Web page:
Thursday, October 29, 2015

What a Wonderful World

     This afternoon, my sis and her hubby and I biked the Patuxent Branch Trail near Columbia, Maryland. We started at the historic Savage Mill Manor and biked to Lake Elkhorn and back again, total of about nine gorgeous miles.
     While biking with this huge grin on my face, I was thinking about Louis Armstrong's huge grin on his face when he sang "What a Wonderful World." Here are my words with the melody made famous by Louis (click here) and scroll along with my photos . . . . .

I see leaves of red, orange leaves, too
I see them fall, for me and you

And I think to myself
What a wonderful world.

I see skies of blue, and paths of color,
The bright blessed day, the babbling rocky creek.

And I think to myself
What a wonderful world.

The colors of the rainbow, so pretty on the trail,
Are also on the faces of people going by.

I see folks and dogs smiling, sayin', "How do you do?"
They're really sayin', "I love you."

I hear leaves rustling. I watch them fall.
They'll disappear to where I'll never know

And I think to myself
What a wonderful world

Yes, I think to myself
What a wonderful world

Tuesday, October 20, 2015

Lickety-split across the USA

     When I left Montana on October 8th, I had just 13 days to enjoy my travels east across the USA. I had an appointment in Towson, Maryland which I couldn't cancel so I metered out my required daily mileage to 250 miles. Instead of programming "faster routes" on my GPS, I programmed it for "shorter routes" so I could drive through alot of small towns. I'm a happy camper going 50 mph on two-lane hilly roads between towns with 35 mph speed limits. Those routes give me plenty of opportunities for rubber-necking and head-bobbing . . . and U-turns.

     I saw alot of funny Halloween decorations on alot of front porches and yards, as well as alot of historic well-kept homes and old homes with lots of potential. And I saw cornfields in all shades of yellow being harvested from Wyoming to Ohio. I also spent quite a few camping spots next to a farm like this one . . . .

     I took a "spa day" and stopped at the Casper, Wyoming Recreation Center to swim a mile and shower (plus use the jacuzzi). I stopped at the Ayres Natural Bridge Park for a free night of camping . . . . you can see La Lair under the bridge.

     Also took a quicky bike ride the next morning; temps were under 40 degrees!

The campground is too small for anything longer than 30 feet.

     I love chicory in my coffee, so I stopped at Chicory USA, the only processing plant that roasts chicory roots in the entire USA. Chicory roots look like misshapen turnips and are grown and harvested much like sugar beets.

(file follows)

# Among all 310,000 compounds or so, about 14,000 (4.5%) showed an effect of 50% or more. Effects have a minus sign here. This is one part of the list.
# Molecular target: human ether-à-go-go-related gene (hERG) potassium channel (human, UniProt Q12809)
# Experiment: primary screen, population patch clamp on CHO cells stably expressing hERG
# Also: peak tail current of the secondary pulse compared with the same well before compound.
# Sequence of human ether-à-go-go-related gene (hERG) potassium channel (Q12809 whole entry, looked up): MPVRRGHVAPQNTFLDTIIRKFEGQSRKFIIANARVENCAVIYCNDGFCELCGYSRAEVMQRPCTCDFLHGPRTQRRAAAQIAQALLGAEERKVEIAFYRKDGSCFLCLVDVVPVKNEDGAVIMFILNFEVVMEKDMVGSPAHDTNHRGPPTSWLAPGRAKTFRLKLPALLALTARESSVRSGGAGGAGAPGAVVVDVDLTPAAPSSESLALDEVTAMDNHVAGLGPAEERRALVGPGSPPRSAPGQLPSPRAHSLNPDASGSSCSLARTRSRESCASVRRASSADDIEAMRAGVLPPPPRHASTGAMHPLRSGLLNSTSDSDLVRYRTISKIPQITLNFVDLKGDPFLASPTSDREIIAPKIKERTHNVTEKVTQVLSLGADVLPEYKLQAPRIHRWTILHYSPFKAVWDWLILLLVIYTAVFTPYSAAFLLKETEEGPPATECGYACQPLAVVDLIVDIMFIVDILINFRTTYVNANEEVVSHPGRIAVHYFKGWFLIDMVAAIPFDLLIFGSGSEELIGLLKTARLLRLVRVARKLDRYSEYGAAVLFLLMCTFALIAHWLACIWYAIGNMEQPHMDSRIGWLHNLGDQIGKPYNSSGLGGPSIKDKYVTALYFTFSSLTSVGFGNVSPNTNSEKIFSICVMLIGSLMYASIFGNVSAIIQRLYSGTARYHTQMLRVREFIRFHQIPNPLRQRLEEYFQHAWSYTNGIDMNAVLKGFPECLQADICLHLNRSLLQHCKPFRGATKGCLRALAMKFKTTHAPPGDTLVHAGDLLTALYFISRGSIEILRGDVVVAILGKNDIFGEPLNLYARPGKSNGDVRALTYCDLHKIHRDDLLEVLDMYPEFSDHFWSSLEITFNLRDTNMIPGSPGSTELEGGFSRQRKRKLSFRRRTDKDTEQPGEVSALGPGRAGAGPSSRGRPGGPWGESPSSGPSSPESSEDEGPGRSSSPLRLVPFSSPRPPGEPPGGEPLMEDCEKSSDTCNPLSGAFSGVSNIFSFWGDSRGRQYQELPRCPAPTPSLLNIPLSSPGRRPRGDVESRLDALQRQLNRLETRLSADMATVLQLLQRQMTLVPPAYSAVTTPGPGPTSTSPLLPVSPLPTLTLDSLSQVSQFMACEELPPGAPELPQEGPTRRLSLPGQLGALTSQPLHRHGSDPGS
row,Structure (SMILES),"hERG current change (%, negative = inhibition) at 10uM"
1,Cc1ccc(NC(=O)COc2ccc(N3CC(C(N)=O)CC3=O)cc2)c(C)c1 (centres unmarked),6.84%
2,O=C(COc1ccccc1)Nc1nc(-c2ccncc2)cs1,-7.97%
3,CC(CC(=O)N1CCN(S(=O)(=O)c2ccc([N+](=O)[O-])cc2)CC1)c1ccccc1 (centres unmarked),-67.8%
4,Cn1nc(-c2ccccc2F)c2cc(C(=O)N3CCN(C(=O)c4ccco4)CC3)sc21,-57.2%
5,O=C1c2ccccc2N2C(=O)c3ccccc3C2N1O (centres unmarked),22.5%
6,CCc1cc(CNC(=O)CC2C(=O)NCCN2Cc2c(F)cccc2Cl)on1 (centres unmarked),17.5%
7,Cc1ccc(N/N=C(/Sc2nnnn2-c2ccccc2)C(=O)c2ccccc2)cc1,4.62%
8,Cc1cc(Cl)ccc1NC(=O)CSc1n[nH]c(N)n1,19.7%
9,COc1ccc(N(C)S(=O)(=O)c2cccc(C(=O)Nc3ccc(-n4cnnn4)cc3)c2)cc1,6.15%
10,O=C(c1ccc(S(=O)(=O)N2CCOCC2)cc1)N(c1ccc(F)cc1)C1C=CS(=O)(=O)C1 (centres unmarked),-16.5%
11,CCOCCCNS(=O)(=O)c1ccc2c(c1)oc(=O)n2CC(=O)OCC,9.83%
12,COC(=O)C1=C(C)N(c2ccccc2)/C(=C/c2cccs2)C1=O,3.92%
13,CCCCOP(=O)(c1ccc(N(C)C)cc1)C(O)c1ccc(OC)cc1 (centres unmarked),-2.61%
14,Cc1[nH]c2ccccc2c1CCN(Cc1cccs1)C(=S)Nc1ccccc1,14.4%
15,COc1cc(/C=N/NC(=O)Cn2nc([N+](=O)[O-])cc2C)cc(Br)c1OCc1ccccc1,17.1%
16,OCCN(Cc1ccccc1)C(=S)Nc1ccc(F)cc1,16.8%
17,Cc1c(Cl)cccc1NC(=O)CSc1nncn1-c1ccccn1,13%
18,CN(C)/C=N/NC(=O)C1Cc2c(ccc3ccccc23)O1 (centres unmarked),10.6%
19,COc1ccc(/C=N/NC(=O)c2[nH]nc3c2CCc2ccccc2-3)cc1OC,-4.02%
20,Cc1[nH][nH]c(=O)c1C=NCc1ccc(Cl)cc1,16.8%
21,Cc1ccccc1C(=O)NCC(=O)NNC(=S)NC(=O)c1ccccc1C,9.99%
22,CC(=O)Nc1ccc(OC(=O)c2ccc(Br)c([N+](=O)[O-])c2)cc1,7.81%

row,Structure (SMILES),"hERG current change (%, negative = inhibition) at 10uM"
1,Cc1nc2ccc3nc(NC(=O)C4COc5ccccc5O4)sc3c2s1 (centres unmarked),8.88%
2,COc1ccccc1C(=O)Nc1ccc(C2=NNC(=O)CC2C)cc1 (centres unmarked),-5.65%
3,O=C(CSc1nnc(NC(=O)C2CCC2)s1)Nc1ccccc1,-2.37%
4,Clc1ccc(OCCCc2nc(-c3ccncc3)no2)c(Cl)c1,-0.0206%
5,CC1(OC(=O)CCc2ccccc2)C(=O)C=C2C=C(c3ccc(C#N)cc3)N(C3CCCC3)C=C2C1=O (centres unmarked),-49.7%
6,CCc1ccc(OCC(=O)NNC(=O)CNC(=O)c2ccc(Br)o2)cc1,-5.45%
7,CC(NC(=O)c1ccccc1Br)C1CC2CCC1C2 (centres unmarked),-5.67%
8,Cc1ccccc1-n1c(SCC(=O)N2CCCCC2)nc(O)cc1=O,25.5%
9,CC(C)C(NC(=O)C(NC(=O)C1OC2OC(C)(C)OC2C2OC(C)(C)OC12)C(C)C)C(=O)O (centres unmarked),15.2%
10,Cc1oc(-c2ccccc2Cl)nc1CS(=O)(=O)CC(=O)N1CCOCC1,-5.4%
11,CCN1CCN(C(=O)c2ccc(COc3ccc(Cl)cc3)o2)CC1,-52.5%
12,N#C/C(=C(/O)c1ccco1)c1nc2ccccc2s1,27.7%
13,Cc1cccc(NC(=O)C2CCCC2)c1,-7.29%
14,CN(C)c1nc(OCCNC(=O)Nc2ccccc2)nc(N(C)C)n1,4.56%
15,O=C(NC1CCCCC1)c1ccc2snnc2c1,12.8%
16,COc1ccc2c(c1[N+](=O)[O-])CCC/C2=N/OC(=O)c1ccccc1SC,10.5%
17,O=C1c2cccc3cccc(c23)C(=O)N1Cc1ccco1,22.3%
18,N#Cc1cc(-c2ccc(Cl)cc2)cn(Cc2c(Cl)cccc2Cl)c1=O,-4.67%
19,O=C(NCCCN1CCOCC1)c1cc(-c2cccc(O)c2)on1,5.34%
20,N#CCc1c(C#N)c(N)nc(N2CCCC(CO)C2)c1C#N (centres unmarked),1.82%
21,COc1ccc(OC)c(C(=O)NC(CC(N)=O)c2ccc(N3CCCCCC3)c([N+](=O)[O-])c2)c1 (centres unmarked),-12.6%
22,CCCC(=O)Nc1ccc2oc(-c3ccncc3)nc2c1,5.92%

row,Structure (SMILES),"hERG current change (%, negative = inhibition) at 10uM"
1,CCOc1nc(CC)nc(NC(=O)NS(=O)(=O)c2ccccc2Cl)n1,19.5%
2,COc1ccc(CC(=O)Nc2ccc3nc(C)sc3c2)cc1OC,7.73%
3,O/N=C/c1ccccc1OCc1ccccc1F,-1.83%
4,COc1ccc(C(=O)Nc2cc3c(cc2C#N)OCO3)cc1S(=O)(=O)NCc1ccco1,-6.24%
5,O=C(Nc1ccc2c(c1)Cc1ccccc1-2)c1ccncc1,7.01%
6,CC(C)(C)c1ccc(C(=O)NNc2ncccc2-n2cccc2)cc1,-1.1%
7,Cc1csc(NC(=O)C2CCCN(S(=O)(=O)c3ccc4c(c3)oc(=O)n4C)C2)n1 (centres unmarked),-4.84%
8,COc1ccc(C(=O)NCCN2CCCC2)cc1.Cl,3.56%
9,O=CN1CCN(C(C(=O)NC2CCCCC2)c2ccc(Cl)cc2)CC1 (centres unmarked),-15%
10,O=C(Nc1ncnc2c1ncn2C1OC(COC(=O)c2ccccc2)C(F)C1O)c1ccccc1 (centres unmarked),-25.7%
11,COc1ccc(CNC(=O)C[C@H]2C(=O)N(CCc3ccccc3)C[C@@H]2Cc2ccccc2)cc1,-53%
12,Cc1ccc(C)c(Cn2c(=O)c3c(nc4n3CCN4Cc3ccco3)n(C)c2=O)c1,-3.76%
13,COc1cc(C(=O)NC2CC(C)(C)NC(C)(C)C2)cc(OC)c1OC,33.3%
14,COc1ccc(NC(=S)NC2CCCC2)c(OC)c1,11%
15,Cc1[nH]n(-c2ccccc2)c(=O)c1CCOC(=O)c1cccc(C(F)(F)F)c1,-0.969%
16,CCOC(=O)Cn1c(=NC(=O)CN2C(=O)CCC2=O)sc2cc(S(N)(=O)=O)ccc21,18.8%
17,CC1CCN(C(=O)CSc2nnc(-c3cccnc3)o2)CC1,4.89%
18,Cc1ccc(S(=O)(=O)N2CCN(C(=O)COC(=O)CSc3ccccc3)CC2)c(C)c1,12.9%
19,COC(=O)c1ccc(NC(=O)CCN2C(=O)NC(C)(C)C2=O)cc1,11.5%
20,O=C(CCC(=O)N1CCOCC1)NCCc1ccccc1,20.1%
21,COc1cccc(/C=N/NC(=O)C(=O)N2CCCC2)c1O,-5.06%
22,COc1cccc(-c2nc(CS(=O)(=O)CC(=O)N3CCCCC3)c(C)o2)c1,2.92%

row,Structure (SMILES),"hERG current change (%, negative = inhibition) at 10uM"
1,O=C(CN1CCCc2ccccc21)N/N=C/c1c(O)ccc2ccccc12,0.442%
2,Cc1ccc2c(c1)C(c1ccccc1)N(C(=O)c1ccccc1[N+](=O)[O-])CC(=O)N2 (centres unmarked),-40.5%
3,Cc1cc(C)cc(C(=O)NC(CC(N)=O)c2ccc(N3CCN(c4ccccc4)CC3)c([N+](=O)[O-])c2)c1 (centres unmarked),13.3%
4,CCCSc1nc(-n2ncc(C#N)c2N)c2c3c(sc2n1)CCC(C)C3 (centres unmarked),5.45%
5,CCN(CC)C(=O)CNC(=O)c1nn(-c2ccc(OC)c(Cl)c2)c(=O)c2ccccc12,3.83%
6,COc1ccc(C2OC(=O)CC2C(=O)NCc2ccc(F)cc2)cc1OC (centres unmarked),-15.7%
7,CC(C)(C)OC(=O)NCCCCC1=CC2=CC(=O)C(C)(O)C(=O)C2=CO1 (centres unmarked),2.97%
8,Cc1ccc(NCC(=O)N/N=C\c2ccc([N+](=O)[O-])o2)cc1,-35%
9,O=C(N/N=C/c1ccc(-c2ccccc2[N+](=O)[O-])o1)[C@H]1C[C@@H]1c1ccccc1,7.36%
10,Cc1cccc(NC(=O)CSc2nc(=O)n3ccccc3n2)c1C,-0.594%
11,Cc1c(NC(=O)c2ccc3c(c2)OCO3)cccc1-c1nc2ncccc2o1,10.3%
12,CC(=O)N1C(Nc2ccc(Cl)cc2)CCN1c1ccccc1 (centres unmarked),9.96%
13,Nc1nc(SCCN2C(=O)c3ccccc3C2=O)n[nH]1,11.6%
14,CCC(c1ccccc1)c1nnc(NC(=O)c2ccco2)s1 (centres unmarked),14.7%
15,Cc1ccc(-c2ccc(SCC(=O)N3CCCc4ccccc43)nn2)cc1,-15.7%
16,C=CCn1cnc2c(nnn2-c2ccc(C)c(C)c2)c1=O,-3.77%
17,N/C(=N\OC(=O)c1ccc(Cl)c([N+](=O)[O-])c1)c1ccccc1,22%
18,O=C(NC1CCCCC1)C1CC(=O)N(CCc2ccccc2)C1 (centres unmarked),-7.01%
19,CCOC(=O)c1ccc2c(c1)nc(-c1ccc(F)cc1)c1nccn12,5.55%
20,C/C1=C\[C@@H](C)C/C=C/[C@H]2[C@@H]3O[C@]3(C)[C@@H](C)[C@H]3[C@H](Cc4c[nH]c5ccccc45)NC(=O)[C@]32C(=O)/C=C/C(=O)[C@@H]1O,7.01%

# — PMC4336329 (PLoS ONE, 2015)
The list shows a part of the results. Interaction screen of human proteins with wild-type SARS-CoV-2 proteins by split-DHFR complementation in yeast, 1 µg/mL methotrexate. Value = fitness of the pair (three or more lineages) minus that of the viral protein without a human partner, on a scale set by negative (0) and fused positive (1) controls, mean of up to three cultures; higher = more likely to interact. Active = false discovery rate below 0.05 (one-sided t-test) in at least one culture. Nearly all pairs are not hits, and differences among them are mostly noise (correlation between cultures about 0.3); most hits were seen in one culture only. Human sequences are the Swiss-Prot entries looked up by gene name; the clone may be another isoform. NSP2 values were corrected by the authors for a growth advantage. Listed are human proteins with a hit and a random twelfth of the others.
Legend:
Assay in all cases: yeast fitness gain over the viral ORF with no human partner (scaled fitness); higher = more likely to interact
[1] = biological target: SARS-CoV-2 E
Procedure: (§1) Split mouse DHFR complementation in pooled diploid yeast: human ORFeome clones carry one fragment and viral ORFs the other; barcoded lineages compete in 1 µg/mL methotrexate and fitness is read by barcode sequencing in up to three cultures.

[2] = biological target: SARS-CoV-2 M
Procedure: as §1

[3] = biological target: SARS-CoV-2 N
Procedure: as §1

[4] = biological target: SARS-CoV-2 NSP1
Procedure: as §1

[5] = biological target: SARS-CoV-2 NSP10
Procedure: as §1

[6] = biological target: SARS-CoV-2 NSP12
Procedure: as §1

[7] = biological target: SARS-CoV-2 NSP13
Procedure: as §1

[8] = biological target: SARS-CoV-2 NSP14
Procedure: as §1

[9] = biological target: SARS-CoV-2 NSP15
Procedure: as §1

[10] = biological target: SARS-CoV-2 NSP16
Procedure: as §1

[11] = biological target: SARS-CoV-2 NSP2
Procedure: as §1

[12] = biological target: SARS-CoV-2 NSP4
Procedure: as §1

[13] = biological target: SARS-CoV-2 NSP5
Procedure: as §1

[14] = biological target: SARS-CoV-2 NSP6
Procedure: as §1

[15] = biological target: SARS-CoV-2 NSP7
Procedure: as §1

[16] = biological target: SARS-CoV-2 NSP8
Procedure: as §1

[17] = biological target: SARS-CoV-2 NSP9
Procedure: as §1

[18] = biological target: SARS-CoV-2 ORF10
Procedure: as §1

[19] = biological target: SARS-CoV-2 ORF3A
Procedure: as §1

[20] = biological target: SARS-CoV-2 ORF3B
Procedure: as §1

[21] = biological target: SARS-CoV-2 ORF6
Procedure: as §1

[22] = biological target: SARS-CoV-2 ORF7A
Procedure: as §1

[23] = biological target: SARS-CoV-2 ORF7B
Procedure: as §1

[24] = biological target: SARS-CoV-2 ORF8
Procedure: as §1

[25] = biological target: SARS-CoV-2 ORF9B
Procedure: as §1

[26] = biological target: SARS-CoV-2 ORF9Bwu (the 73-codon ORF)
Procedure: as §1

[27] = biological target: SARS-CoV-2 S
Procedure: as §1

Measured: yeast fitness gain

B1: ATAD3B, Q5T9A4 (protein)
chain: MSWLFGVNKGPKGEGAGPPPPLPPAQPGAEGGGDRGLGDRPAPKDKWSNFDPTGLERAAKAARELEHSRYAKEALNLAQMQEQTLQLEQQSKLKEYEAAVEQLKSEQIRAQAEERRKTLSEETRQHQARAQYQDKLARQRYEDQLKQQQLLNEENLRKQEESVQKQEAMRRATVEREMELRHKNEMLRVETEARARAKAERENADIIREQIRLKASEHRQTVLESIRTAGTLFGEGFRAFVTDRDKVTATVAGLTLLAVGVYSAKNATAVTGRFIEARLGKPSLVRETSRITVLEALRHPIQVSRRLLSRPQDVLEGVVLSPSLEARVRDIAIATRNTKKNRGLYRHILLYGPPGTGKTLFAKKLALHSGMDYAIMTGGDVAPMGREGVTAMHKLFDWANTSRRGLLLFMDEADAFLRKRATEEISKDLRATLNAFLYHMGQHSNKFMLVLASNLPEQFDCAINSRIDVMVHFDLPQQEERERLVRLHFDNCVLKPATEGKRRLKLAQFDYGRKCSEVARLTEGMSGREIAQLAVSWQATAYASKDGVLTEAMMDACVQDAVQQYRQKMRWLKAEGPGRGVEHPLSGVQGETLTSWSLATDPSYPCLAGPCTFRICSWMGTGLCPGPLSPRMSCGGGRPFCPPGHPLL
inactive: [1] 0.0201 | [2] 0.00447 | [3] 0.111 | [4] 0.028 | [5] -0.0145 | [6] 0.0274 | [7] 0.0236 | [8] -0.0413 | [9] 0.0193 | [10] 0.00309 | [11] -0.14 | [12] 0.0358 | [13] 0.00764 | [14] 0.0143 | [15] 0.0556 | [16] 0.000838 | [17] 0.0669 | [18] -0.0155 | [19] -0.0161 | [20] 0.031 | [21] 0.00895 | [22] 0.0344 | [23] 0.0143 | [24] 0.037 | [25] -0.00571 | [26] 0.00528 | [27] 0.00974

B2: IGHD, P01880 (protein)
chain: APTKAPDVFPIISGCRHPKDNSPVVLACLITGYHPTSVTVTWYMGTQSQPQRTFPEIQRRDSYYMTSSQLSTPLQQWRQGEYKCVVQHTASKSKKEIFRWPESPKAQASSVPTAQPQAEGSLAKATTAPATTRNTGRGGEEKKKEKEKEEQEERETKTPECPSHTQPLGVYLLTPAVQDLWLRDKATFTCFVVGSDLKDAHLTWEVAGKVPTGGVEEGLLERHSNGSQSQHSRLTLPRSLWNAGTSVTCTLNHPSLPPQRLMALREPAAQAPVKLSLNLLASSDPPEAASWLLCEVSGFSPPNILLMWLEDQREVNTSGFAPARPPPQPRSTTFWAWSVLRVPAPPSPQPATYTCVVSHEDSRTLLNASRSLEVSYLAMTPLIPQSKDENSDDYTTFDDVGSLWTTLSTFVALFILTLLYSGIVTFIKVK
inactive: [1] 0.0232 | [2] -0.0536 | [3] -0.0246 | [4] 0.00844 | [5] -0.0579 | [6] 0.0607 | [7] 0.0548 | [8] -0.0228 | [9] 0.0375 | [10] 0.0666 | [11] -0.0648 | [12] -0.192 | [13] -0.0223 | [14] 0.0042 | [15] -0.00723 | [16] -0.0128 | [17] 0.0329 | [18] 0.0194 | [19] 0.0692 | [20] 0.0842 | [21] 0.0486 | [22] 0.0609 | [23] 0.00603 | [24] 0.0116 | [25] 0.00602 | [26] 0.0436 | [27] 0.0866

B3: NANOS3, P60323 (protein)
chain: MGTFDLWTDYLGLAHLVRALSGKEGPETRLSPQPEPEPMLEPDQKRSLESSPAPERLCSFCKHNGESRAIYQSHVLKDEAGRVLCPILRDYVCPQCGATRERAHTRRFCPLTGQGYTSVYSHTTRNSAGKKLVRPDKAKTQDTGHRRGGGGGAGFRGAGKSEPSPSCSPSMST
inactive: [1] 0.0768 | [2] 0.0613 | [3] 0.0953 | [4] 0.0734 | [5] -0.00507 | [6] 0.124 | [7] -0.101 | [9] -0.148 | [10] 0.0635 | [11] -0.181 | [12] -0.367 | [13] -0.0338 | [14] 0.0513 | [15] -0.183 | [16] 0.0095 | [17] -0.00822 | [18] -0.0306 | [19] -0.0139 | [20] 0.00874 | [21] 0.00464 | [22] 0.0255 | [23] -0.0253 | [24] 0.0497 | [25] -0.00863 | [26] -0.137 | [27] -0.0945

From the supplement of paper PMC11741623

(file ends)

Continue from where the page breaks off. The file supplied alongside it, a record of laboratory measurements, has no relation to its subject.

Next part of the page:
The plant is located in Scottsbluff, Nebraska, and the processing folks (unlike the sales-lady) are very friendly. They gave me a tour of the facilities. That mound of brown behind the sign are freshly harvested chicory roots (soil-covered chicory root which is actually a white color).

Huge sorting, cleaning, drying, and roasting machines . . .

     For an interesting story behind why folks couldn't afford coffee and began drinking chicory, click here. And for other sites about chicory as a dietary supplement, click here. I used to order roasted chicory from Community Coffee which sells the famed Orleans Coffee and Chicory blends, but since their chicory is roasted overseas, it's not as fresh-tasting as Nebraska's roasted chicory.

     This cattle auction caught my eyes while passing through Torrington, Wyoming. Little heifers are going for about $50 each now-a-days.

     And since the capitol building of Illinois was just two blocks from my lickety-split route, I stopped for a quick tour that lasted as long as my last quarter for one-half hour meter parking nearby. Yes, my friends who know me well, I really should learn to carry cash and coins with me . . . .

And when a local flea market attracted hords of campers for a weekend (no campsite vacancies for miles around, long lines of traffic in the opposing lanes), I found myself in need of ANY campground with electricity. Finally settled down at the Indiana State Fairgrounds, thanks again to the helpful downloaded GPS database by Ultimate Campgrounds.

     A cold front was moving throughout the midwest that weekend, so the next night I found myself at another fairground (in Ohio) with electricity of course. I'm a fairweather camper. I don't do frost. This is my bicycle cover I brought inside La Lair to drip-dry the next morning . . . .